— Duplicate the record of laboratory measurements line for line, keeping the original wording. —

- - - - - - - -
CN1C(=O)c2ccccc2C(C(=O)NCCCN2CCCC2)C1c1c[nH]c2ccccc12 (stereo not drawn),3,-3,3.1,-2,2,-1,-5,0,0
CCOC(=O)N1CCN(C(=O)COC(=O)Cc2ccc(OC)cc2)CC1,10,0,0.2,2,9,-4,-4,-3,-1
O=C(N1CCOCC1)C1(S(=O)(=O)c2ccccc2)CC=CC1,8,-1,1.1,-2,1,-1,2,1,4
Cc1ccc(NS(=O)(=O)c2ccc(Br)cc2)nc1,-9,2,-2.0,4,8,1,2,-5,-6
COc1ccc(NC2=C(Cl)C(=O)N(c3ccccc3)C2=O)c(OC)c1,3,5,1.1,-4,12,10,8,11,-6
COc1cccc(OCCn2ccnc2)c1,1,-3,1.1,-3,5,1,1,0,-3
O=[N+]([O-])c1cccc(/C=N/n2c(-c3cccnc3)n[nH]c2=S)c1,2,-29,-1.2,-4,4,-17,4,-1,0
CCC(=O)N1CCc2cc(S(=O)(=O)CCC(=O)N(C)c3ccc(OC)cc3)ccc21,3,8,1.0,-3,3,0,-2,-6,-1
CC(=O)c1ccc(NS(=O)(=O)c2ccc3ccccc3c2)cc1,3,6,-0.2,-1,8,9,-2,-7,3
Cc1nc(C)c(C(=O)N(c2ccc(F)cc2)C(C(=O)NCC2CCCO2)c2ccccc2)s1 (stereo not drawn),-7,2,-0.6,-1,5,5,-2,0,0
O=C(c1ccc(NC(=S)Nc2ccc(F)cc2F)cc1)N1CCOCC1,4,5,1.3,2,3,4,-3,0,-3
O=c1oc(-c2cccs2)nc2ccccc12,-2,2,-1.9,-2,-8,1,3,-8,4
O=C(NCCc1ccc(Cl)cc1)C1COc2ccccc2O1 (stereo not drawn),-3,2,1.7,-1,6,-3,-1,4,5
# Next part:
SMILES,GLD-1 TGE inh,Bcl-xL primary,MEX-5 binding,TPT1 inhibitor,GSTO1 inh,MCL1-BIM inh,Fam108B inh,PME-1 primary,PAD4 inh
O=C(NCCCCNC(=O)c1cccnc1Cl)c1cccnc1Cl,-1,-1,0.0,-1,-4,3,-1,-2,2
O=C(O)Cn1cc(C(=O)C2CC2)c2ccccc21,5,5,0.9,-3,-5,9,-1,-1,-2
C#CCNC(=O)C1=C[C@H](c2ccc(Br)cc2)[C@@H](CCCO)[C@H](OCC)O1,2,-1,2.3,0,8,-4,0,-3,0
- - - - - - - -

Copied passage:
CN1C(=O)c2ccccc2C(C(=O)NCCCN2CCCC2)C1c1c[nH]c2ccccc12 (stereo not drawn),3,-3,3.1,-2,2,-1,-5,0,0
CCOC(=O)N1CCN(C(=O)COC(=O)Cc2ccc(OC)cc2)CC1,10,0,0.2,2,9,-4,-4,-3,-1
O=C(N1CCOCC1)C1(S(=O)(=O)c2ccccc2)CC=CC1,8,-1,1.1,-2,1,-1,2,1,4
Cc1ccc(NS(=O)(=O)c2ccc(Br)cc2)nc1,-9,2,-2.0,4,8,1,2,-5,-6
COc1ccc(NC2=C(Cl)C(=O)N(c3ccccc3)C2=O)c(OC)c1,3,5,1.1,-4,12,10,8,11,-6
COc1cccc(OCCn2ccnc2)c1,1,-3,1.1,-3,5,1,1,0,-3
O=[N+]([O-])c1cccc(/C=N/n2c(-c3cccnc3)n[nH]c2=S)c1,2,-29,-1.2,-4,4,-17,4,-1,0
CCC(=O)N1CCc2cc(S(=O)(=O)CCC(=O)N(C)c3ccc(OC)cc3)ccc21,3,8,1.0,-3,3,0,-2,-6,-1
CC(=O)c1ccc(NS(=O)(=O)c2ccc3ccccc3c2)cc1,3,6,-0.2,-1,8,9,-2,-7,3
Cc1nc(C)c(C(=O)N(c2ccc(F)cc2)C(C(=O)NCC2CCCO2)c2ccccc2)s1 (stereo not drawn),-7,2,-0.6,-1,5,5,-2,0,0
O=C(c1ccc(NC(=S)Nc2ccc(F)cc2F)cc1)N1CCOCC1,4,5,1.3,2,3,4,-3,0,-3
O=c1oc(-c2cccs2)nc2ccccc12,-2,2,-1.9,-2,-8,1,3,-8,4
O=C(NCCc1ccc(Cl)cc1)C1COc2ccccc2O1 (stereo not drawn),-3,2,1.7,-1,6,-3,-1,4,5
# Next part:
SMILES,GLD-1 TGE inh,Bcl-xL primary,MEX-5 binding,TPT1 inhibitor,GSTO1 inh,MCL1-BIM inh,Fam108B inh,PME-1 primary,PAD4 inh
O=C(NCCCCNC(=O)c1cccnc1Cl)c1cccnc1Cl,-1,-1,0.0,-1,-4,3,-1,-2,2
O=C(O)Cn1cc(C(=O)C2CC2)c2ccccc21,5,5,0.9,-3,-5,9,-1,-1,-2
C#CCNC(=O)C1=C[C@H](c2ccc(Br)cc2)[C@@H](CCCO)[C@H](OCC)O1,2,-1,2.3,0,8,-4,0,-3,0